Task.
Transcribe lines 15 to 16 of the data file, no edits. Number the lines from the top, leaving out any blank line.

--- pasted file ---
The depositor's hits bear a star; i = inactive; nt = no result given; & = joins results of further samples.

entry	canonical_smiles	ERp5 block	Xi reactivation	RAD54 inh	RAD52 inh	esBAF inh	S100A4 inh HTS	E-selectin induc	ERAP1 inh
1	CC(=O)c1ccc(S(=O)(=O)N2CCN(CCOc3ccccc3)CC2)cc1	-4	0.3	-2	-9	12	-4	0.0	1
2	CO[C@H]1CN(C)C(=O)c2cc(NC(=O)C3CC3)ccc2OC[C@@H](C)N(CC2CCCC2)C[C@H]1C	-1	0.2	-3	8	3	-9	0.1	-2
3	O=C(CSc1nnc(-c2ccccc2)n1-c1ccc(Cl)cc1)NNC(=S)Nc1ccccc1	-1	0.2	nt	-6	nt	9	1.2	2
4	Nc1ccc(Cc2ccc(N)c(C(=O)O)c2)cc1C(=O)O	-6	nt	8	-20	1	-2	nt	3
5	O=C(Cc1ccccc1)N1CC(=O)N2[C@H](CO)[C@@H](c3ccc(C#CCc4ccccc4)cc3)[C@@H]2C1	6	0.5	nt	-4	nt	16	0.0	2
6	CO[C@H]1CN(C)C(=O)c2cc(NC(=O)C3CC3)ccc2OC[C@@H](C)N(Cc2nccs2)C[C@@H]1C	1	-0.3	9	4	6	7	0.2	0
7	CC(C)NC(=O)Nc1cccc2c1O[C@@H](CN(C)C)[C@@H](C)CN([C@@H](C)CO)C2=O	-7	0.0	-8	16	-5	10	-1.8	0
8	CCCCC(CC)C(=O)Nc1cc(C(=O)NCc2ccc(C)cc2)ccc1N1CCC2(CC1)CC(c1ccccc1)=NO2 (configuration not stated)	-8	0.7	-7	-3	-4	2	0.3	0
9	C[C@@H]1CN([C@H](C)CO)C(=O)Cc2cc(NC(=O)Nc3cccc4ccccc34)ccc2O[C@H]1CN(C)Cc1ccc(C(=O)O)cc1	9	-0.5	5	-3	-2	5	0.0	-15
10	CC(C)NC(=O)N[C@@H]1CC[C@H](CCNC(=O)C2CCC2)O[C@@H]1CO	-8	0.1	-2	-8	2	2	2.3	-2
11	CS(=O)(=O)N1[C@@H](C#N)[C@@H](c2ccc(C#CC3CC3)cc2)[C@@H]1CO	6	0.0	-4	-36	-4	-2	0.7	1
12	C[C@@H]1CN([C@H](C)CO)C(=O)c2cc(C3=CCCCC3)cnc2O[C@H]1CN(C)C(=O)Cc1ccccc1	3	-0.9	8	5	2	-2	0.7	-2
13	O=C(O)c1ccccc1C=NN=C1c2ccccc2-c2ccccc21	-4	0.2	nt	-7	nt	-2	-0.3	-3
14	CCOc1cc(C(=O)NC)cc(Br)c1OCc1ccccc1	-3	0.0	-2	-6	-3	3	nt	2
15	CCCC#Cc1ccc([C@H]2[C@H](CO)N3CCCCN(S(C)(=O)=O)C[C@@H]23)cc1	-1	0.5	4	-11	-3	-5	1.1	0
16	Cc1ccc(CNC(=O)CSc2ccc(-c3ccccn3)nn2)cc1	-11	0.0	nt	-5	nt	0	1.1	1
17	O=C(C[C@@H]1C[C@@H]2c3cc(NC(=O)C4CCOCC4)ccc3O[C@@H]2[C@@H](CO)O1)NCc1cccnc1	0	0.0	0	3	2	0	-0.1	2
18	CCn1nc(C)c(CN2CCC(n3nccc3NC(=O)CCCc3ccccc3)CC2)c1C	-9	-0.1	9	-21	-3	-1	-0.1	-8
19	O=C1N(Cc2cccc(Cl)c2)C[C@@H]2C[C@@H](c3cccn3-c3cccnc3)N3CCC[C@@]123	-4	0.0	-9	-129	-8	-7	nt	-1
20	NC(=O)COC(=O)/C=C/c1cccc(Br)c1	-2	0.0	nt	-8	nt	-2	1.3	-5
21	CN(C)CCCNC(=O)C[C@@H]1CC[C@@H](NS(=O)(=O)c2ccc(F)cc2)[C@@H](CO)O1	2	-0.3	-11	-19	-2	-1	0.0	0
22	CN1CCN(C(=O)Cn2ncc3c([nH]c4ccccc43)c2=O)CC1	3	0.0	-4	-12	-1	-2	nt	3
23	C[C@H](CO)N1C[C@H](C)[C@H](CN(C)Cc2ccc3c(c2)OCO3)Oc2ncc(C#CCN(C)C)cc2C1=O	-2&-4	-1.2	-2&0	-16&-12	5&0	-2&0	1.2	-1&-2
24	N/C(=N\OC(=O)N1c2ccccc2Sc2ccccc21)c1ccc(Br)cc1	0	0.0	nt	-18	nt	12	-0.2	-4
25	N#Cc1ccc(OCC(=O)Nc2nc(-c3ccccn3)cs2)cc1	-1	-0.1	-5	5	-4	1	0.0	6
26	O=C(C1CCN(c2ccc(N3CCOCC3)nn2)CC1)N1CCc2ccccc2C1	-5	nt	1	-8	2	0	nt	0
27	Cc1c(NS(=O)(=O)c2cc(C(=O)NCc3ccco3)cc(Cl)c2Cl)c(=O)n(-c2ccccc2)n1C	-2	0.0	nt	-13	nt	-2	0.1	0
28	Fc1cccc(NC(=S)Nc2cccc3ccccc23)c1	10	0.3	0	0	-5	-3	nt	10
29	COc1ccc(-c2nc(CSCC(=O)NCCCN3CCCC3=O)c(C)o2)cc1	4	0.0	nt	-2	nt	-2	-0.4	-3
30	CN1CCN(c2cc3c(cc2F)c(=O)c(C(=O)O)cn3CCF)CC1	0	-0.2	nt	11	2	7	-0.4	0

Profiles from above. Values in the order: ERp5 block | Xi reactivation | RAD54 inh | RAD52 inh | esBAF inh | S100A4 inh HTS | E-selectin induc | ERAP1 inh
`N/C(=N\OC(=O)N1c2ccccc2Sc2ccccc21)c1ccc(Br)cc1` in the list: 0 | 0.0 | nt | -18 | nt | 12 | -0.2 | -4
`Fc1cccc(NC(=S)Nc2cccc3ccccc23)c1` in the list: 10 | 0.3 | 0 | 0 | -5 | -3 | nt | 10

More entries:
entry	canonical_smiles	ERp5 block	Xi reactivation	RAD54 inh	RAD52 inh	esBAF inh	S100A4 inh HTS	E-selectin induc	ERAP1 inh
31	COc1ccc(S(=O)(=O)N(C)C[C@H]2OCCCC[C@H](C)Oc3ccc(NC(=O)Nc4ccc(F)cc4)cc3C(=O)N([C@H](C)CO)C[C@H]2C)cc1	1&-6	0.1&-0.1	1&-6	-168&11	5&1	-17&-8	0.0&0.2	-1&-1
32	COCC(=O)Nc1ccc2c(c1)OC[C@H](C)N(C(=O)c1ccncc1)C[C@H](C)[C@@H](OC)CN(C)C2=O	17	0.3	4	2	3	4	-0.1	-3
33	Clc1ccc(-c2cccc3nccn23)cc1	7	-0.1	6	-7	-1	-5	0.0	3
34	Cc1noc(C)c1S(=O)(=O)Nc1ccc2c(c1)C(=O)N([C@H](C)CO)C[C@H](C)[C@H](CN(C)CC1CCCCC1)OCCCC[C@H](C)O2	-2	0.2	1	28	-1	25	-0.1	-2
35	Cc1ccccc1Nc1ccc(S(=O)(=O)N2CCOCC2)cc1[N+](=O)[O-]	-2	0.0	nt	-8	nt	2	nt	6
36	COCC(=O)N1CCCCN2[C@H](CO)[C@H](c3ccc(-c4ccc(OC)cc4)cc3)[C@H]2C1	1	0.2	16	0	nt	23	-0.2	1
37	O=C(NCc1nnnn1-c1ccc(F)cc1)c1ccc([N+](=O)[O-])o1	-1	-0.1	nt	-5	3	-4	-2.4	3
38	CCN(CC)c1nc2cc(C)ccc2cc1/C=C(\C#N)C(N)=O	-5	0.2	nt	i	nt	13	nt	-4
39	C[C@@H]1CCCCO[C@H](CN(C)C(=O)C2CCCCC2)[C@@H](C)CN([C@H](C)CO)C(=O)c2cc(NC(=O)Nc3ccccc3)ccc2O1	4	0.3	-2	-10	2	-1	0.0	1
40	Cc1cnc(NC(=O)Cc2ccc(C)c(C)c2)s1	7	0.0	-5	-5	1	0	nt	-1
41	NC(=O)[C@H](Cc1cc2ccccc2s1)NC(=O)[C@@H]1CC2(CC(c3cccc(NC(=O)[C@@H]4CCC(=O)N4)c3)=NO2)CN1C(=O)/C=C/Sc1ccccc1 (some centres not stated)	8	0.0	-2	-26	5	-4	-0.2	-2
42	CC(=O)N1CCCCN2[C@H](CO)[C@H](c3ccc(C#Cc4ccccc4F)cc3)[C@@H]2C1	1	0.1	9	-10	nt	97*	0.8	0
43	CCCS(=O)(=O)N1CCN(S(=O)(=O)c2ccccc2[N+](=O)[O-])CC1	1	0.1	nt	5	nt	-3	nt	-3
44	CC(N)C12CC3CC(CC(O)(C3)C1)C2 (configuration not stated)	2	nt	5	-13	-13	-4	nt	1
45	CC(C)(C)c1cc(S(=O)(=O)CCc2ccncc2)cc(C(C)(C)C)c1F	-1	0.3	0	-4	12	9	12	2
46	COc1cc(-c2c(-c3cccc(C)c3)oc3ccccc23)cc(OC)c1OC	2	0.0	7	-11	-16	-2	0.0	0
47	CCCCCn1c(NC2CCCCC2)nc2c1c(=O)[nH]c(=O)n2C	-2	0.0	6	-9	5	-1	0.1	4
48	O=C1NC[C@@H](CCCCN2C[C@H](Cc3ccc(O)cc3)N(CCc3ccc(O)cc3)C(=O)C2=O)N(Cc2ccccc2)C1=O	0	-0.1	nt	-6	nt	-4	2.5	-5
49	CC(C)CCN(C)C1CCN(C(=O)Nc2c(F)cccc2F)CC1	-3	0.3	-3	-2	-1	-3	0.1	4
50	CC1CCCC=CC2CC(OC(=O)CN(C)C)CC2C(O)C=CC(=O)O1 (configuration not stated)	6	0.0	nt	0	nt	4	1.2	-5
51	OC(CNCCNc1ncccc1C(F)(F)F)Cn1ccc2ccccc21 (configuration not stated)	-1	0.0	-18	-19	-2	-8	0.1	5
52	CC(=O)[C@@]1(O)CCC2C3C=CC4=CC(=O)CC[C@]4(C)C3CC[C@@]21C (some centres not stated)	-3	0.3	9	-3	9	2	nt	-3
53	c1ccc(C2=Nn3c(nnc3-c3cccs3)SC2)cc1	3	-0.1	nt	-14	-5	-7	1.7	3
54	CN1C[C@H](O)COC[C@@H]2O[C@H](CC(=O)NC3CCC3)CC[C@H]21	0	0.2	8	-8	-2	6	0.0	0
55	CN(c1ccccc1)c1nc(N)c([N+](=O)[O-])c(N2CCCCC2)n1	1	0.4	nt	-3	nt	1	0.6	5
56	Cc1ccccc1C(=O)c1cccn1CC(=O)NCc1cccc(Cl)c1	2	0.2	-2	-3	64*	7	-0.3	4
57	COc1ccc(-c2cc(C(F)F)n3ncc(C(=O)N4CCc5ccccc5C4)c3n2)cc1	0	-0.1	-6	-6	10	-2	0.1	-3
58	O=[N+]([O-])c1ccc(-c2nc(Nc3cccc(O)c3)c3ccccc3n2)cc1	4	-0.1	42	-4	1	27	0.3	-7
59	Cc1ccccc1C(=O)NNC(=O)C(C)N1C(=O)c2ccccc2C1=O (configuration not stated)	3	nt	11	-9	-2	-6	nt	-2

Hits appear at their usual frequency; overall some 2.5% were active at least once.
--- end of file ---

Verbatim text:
13	O=C(O)c1ccccc1C=NN=C1c2ccccc2-c2ccccc21	-4	0.2	nt	-7	nt	-2	-0.3	-3
14	CCOc1cc(C(=O)NC)cc(Br)c1OCc1ccccc1	-3	0.0	-2	-6	-3	3	nt	2